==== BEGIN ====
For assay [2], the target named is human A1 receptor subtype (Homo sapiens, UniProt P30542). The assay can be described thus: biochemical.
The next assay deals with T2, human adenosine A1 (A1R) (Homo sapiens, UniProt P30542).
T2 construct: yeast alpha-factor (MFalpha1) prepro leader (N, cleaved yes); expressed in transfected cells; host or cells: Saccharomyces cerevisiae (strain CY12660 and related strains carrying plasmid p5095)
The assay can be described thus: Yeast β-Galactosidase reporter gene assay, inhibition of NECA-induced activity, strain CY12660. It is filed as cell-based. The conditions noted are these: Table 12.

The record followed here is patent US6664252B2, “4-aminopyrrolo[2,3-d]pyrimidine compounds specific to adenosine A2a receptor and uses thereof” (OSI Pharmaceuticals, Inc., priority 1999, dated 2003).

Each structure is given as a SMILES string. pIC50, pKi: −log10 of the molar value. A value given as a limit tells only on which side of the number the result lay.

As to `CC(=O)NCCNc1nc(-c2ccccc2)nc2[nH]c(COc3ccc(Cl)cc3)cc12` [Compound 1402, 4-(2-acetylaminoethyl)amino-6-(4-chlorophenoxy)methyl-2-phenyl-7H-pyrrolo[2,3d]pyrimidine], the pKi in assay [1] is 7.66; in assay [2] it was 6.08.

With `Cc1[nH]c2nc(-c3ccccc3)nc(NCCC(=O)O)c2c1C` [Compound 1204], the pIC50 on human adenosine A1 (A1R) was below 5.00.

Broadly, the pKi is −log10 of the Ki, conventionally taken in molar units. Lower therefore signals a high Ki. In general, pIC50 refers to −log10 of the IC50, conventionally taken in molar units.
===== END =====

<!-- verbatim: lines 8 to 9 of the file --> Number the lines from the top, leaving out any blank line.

With `Cc1[nH]c2nc(-c3ccccc3)nc(NCCC(=O)O)c2c1C` [Compound 1204], the pIC50 on human adenosine A1 (A1R) was below 5.00.

Broadly, the pKi is −log10 of the Ki, conventionally taken in molar units. Lower therefore signals a high Ki. In general, pIC50 refers to −log10 of the IC50, conventionally taken in molar units.